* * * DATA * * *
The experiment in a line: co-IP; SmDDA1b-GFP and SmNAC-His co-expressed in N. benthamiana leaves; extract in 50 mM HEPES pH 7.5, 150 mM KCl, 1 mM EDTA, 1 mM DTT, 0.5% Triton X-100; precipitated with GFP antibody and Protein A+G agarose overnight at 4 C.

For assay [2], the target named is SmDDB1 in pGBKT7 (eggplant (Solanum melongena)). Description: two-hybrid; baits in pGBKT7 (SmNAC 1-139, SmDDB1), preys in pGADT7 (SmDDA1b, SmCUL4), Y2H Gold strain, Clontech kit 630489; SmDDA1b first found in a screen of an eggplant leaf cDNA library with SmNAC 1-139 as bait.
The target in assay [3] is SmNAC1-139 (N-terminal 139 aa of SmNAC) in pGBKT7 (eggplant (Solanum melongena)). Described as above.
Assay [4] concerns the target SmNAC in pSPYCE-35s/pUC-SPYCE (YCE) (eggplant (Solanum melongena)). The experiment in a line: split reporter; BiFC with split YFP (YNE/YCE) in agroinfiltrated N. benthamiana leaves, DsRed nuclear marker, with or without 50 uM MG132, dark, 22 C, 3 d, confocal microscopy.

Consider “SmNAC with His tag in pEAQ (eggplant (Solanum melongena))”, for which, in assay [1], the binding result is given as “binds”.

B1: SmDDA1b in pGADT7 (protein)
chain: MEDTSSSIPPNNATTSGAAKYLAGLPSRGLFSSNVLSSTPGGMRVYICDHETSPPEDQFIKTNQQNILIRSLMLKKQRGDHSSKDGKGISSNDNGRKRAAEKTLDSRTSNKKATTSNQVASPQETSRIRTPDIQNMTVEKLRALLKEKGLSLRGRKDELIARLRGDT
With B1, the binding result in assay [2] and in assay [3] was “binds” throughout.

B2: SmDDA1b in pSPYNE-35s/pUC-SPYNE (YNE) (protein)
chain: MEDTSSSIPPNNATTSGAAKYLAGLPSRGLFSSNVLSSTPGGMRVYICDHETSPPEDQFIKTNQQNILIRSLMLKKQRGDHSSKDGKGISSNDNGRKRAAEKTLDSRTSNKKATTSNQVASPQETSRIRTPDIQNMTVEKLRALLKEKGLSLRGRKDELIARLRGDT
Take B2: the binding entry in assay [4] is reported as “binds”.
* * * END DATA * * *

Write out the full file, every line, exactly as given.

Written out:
The experiment in a line: co-IP; SmDDA1b-GFP and SmNAC-His co-expressed in N. benthamiana leaves; extract in 50 mM HEPES pH 7.5, 150 mM KCl, 1 mM EDTA, 1 mM DTT, 0.5% Triton X-100; precipitated with GFP antibody and Protein A+G agarose overnight at 4 C.

For assay [2], the target named is SmDDB1 in pGBKT7 (eggplant (Solanum melongena)). Description: two-hybrid; baits in pGBKT7 (SmNAC 1-139, SmDDB1), preys in pGADT7 (SmDDA1b, SmCUL4), Y2H Gold strain, Clontech kit 630489; SmDDA1b first found in a screen of an eggplant leaf cDNA library with SmNAC 1-139 as bait.
The target in assay [3] is SmNAC1-139 (N-terminal 139 aa of SmNAC) in pGBKT7 (eggplant (Solanum melongena)). Described as above.
Assay [4] concerns the target SmNAC in pSPYCE-35s/pUC-SPYCE (YCE) (eggplant (Solanum melongena)). The experiment in a line: split reporter; BiFC with split YFP (YNE/YCE) in agroinfiltrated N. benthamiana leaves, DsRed nuclear marker, with or without 50 uM MG132, dark, 22 C, 3 d, confocal microscopy.

Consider “SmNAC with His tag in pEAQ (eggplant (Solanum melongena))”, for which, in assay [1], the binding result is given as “binds”.

B1: SmDDA1b in pGADT7 (protein)
chain: MEDTSSSIPPNNATTSGAAKYLAGLPSRGLFSSNVLSSTPGGMRVYICDHETSPPEDQFIKTNQQNILIRSLMLKKQRGDHSSKDGKGISSNDNGRKRAAEKTLDSRTSNKKATTSNQVASPQETSRIRTPDIQNMTVEKLRALLKEKGLSLRGRKDELIARLRGDT
With B1, the binding result in assay [2] and in assay [3] was “binds” throughout.

B2: SmDDA1b in pSPYNE-35s/pUC-SPYNE (YNE) (protein)
chain: MEDTSSSIPPNNATTSGAAKYLAGLPSRGLFSSNVLSSTPGGMRVYICDHETSPPEDQFIKTNQQNILIRSLMLKKQRGDHSSKDGKGISSNDNGRKRAAEKTLDSRTSNKKATTSNQVASPQETSRIRTPDIQNMTVEKLRALLKEKGLSLRGRKDELIARLRGDT
Take B2: the binding entry in assay [4] is reported as “binds”.